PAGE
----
Socialism

Bernie Sanders defends Fidel Castro’s socialist Cuba: ‘Unfair to simply say everything is bad’

Sen. Bernie Sanders, the frontrunner for the Democrats’ presidential nomination, doubled down on his support for some of Cuban dictator Fidel Castro’s policies, saying in an interview that aired Sunday, “it’s unfair to simply say everything is bad.” Speaking to CBS News’ “60 Minutes,” Sanders, a self-proclaimed democratic socialist, pointed to social welfare programs introduced under Castro’s regime that he described as redeeming, despite the communist dictator’s often repressive human-rights violations against Cubans. “We’re very opposed to the authoritarian nature of Cuba but you know, it’s unfair to simply say everything is bad. You know? When Fidel Castro came into office, you know what he did? He had a massive literacy program. Is that a bad thing? Even though Fidel Castro did it?” Sanders told Anderson Cooper. Fidel Castro relinquished power to his brother, Raúl, in 2011 after nearly half a century in charge of the island nation; Fidel died in 2016. Some Republicans jumped on Sanders’ comments. “It really makes a difference when those you murder at the firing squad can read & write,” Sen. Ted Cruz, R-Texas, tweeted. In a resurfaced speech given at the University of Vermont in 1986, Sanders praised the socialist policies implemented in Cuba by the Castro regime and criticized bipartisan efforts in the U.S. to tamp down on Castro’s spread of communism. While Sanders said in the new interview he “condemns” any human rights violations Castro committed, he also took aim at President Trump for his unlikely friendships with some dictators or strongman leaders, including North Korea’s Kim Jong Un and Russia’s Vladimir Putin. “I do not think that Kim Jong Un is a good friend,” Sanders said. “I don’t trade love letters with a murdering dictator. Vladimir Putin, not a great friend of mine.” Despite victories in all three of the earliest state contests, the Vermont senator has faced criticism from other party contenders, including billionaire Michael Bloomberg, who lambasted his socialist policies declaring they would never fare in a November matchup with Trump. Sanders went on to define his brand of democratic socialism, which has tapped into a more progressive ideology that has been gaining traction with young voters across the country. “When Donald Trump was a private businessman in New York, he got $800 million in tax breaks and subsidies to build luxury housing. That’s called corporate socialism. What democratic socialism is about is saying, ‘Let’s use the federal government to protect the interests of working families,'” he explained. Trump has used Sanders’ policy initiatives, including “Medicare-for-all” and free college tuition and elimination of student loan debt, to take aim at the senator, even going so far as to label him a communist. “You know what? We will fight back,” Sanders said of these attacks. “This is what we will bring up… that the president of the United States is a pathological liar, and it is increasingly clear that many people just don’t believe anything that he says. He is a fraud. I look forward to taking him on.”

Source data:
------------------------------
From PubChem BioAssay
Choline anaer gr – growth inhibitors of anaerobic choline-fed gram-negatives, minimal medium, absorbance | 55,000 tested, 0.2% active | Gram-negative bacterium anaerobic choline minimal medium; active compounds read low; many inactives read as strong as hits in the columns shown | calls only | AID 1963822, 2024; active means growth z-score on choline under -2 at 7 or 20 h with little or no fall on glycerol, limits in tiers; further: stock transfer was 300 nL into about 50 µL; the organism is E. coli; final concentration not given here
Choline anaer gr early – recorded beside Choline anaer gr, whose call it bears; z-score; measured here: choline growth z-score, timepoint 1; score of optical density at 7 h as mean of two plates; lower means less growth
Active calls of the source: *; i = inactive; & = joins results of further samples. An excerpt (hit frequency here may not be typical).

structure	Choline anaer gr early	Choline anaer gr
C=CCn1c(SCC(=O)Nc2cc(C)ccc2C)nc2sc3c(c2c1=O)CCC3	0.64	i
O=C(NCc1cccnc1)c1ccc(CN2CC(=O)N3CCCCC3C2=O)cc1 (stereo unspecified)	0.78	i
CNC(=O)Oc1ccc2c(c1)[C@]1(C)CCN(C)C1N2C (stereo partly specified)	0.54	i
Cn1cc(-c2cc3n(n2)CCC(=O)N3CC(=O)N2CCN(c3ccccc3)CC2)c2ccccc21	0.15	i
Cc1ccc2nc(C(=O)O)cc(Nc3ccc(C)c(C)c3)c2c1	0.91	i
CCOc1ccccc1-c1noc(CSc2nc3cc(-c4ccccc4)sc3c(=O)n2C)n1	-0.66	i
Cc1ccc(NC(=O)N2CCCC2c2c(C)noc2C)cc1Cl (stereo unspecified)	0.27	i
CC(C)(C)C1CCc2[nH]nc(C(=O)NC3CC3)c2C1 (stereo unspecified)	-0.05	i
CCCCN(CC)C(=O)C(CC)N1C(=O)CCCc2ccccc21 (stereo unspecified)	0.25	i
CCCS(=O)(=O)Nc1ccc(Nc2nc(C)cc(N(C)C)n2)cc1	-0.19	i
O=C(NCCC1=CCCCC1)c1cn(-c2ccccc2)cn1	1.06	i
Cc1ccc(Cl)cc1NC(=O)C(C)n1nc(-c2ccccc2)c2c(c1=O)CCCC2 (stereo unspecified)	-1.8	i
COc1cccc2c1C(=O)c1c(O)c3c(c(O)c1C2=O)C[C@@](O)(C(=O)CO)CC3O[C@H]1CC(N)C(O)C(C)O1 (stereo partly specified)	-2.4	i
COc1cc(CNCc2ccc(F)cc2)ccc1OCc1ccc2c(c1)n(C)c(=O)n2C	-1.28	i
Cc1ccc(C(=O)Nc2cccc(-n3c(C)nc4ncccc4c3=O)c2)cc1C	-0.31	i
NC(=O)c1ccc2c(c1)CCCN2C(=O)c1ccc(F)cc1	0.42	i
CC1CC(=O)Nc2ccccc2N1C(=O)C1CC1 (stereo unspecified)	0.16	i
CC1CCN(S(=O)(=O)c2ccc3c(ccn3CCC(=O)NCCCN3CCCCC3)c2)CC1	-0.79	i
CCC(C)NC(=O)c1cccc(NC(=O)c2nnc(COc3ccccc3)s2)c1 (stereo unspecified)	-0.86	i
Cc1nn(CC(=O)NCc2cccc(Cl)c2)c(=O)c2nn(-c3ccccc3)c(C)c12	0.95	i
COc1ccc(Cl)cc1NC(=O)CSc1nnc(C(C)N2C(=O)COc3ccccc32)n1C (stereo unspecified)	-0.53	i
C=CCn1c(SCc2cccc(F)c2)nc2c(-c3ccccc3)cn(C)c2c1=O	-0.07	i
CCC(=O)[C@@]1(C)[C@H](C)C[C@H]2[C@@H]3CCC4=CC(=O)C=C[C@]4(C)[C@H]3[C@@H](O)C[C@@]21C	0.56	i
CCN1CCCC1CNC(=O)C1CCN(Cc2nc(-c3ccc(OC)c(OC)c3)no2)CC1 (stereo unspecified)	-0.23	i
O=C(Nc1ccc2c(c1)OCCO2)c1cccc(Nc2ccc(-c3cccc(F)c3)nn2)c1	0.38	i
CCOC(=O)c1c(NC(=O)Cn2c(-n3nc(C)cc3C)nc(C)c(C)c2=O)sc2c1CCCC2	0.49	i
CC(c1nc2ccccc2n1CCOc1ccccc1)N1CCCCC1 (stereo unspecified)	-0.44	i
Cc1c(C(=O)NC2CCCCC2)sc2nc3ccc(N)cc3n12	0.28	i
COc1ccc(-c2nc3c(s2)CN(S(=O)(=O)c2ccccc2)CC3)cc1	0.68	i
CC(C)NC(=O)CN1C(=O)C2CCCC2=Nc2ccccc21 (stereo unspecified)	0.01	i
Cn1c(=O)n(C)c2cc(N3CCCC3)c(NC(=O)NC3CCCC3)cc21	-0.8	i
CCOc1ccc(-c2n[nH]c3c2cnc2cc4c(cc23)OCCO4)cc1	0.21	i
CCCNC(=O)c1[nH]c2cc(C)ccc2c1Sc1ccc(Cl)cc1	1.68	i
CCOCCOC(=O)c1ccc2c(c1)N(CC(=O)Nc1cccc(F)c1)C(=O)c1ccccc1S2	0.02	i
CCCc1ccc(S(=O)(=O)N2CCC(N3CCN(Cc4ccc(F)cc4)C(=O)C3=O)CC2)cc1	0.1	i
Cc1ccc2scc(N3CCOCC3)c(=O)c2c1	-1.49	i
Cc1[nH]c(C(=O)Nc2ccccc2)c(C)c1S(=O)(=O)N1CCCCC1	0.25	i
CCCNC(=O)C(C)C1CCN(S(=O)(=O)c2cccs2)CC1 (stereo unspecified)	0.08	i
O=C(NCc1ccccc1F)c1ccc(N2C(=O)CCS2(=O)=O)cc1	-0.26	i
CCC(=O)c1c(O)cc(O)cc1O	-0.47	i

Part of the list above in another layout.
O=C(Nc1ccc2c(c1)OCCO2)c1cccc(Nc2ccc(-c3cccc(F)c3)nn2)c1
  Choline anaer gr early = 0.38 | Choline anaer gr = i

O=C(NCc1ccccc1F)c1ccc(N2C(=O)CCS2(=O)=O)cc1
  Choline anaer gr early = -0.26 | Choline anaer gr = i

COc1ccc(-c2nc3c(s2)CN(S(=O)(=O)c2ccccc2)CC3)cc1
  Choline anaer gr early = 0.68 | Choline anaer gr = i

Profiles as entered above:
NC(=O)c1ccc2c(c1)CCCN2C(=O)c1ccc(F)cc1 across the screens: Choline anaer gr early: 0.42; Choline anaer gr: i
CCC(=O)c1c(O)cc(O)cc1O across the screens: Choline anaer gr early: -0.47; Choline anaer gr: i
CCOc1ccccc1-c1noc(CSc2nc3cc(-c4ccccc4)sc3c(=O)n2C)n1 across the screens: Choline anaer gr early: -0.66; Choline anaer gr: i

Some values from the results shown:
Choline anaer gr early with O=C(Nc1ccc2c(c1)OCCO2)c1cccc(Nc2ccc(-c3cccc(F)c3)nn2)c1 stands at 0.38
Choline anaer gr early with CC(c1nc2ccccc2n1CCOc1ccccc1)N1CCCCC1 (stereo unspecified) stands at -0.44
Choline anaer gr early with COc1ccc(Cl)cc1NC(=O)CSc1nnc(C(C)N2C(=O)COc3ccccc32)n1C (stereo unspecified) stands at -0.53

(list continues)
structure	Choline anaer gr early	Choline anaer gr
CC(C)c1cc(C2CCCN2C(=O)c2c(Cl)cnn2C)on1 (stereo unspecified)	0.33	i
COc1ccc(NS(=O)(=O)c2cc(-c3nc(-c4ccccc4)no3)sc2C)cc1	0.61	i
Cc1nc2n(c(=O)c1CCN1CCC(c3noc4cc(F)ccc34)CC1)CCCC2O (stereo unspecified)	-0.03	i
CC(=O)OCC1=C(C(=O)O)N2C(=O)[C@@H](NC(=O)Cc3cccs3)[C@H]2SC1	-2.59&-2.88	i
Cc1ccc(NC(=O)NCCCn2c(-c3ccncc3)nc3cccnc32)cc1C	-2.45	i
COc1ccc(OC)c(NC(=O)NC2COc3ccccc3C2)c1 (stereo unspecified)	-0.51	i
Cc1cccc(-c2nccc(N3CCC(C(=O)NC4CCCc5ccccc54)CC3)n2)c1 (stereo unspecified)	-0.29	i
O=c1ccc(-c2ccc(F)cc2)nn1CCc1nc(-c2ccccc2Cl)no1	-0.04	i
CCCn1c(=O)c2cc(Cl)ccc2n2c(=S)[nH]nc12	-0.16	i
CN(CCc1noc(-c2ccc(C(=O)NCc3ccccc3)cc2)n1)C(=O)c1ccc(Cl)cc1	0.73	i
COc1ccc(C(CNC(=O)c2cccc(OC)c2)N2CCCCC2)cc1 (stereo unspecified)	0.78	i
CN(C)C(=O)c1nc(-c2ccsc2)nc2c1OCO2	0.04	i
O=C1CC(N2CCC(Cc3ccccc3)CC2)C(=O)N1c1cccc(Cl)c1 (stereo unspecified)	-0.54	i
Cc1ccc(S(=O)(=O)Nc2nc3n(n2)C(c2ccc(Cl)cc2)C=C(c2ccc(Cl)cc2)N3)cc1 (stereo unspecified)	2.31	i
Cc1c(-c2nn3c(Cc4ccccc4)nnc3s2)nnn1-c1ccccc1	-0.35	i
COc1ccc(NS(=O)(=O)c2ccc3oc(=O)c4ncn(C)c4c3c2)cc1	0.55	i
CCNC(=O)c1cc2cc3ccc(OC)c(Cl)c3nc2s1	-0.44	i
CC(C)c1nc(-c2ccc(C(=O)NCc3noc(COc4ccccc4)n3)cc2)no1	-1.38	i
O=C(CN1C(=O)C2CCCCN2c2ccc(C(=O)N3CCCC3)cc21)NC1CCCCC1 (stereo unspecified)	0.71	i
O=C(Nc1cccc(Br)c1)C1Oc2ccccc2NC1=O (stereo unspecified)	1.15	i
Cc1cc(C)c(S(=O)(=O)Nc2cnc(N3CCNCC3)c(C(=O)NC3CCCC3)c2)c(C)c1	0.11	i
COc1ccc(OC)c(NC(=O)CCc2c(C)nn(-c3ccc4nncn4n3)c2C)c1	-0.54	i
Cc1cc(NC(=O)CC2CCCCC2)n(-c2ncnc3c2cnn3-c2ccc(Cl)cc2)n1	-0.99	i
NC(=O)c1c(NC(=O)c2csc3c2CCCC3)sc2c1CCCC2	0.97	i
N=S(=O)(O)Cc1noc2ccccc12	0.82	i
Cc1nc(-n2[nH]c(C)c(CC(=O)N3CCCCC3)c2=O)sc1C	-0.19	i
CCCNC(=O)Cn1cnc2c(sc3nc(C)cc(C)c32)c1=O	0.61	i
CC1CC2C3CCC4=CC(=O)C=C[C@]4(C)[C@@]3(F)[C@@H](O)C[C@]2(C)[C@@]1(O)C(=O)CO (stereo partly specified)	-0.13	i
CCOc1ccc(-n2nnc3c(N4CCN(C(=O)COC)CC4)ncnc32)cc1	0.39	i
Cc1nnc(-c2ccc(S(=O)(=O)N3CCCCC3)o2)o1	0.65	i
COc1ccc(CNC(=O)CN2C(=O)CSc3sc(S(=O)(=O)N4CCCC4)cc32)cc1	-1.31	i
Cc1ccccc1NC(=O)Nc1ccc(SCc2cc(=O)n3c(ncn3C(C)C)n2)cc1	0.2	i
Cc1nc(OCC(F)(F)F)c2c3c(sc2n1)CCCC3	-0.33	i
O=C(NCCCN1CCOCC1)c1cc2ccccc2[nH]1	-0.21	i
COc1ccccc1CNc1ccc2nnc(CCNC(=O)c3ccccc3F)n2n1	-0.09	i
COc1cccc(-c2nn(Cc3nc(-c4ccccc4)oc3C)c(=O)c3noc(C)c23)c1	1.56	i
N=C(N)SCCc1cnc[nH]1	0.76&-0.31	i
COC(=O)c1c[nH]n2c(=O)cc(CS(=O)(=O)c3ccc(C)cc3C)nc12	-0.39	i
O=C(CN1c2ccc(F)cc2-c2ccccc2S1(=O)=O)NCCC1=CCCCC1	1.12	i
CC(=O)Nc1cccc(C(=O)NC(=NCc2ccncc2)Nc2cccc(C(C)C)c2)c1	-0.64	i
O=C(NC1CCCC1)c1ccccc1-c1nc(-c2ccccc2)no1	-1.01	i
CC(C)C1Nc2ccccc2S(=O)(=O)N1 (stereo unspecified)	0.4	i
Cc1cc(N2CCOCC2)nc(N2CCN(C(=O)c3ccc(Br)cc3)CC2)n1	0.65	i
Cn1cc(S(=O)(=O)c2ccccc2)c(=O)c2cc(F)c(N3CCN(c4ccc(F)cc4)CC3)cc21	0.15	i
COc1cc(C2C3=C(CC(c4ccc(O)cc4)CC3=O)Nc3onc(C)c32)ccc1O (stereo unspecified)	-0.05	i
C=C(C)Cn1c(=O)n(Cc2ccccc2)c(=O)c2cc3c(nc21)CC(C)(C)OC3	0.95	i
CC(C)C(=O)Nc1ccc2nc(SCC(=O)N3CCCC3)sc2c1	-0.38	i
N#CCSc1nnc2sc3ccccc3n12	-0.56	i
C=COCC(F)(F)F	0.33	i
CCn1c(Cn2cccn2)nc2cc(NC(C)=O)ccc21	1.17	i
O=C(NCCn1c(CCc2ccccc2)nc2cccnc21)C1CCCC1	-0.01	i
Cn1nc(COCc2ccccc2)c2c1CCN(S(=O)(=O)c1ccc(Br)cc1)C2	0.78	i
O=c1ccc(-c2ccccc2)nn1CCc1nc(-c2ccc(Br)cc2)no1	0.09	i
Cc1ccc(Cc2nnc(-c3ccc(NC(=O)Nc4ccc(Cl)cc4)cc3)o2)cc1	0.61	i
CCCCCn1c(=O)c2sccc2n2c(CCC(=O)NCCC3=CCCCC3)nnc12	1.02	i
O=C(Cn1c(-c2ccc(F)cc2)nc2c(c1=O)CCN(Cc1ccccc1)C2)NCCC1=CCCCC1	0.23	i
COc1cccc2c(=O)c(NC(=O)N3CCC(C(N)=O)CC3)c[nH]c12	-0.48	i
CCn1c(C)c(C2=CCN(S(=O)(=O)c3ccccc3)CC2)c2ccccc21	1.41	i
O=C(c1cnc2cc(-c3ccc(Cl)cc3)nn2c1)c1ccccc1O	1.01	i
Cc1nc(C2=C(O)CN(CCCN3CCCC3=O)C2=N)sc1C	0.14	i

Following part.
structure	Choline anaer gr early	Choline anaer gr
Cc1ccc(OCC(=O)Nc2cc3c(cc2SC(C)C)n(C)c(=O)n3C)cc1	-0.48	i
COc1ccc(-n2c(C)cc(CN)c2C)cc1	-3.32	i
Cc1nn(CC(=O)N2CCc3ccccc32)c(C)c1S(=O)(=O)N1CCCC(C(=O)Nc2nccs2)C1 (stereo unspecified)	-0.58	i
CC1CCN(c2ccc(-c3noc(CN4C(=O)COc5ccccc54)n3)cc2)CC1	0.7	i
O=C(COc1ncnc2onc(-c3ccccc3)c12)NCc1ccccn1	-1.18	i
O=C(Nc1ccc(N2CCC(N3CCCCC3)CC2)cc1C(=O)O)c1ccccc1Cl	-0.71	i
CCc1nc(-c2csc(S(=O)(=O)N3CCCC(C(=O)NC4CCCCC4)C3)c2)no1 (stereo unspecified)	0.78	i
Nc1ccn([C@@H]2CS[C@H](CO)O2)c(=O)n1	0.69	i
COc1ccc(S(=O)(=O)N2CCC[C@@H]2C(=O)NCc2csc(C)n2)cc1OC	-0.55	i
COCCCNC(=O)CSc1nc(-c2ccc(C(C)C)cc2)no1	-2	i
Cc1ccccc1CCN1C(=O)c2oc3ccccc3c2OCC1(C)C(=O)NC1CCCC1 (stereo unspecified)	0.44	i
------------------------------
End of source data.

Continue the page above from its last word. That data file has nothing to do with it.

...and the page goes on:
Of COURSE Bernie is a communist!  The man and his wife spent their honeymoon in Moscow back when it was the SOVIET UNION, for crying out loud!  But, admitting to that would probably be a bridge too far for his base.  Soo..  he settles for “democratic socialist.”  Heck, he’s not even a registered Democrat.  At any rate, the fact that he’s currently defending a brutal communist dictator like Fidel should surprise nobody.  He recently defended China in a similar way.  Bernie is a nauseating, self-righteous, and brazenly hypocritical communist.  “Mini” Mike Bloomberg even recently call him out for his millions and his three mansions.  For Bernie it’s “do as I say; not as I do.”  He’s such a hypocrite.  Anyway, for more on this story, click on the text above.

Democrats’ minimum wage hikes will kill jobs, small businesses: Former McDonald’s USA CEO

Democratic presidential candidate Tom Steyer’s plan to raise the federal minimum wage to $22 per hour is “absurd,” former McDonald’s USA CEO Ed Rensi warned FOX Business’ Dagen McDowell Monday. “It will put small businesses out of business; it will be dilatory to job growth in every way possible,” Rensi said on “Mornings with Maria.” Rensi noted small businesses are the biggest ongoing generators of American jobs. Small businesses employ 47.3 percent of the private workforce in the U.S., according to 2019 U.S. Small Business Administration data. Restaurants like McDonald’s face labor costs of about 33 percent of its sales, which, according to Rensi, is very high. If the minimum wage increases to $22 per hour as Steyer is proposing, he said the costs of labor will increase 50 to 60 percent. This, Rensi insisted, will result in the price of a hamburger increasing from $4 to $9 or $10. “It just isn’t workable from an economic standpoint,” he said. “It’s inflationary; it’s a job killer, and it’s very depressing to small businesses.” Rensi argued the minimum wage is not meant to be a living wage, maintaining it’s supposed to be an entry-level wage for workers with little-to-no skills. “I think some of these politicians are out of their minds,” Rensi declared. “You would think by now that they understand that the entry-level worker making minimum wage should progress through mentoring and training into other jobs.” When asked about the declining participation in the federal food stamp program SNAP, Rensi expressed his hopefulness. “Most people really would prefer to work for a living and earn the food opportunities that they have and to be able to enjoy the commerce of the United States like everyone else,” he said. He recalled growing up around the coal and steel industries in West Virginia and Ohio where people of “great pride and dignity” were forced by their situation onto welfare. He noted the psychological damage and hopelessness felt by people in such a position.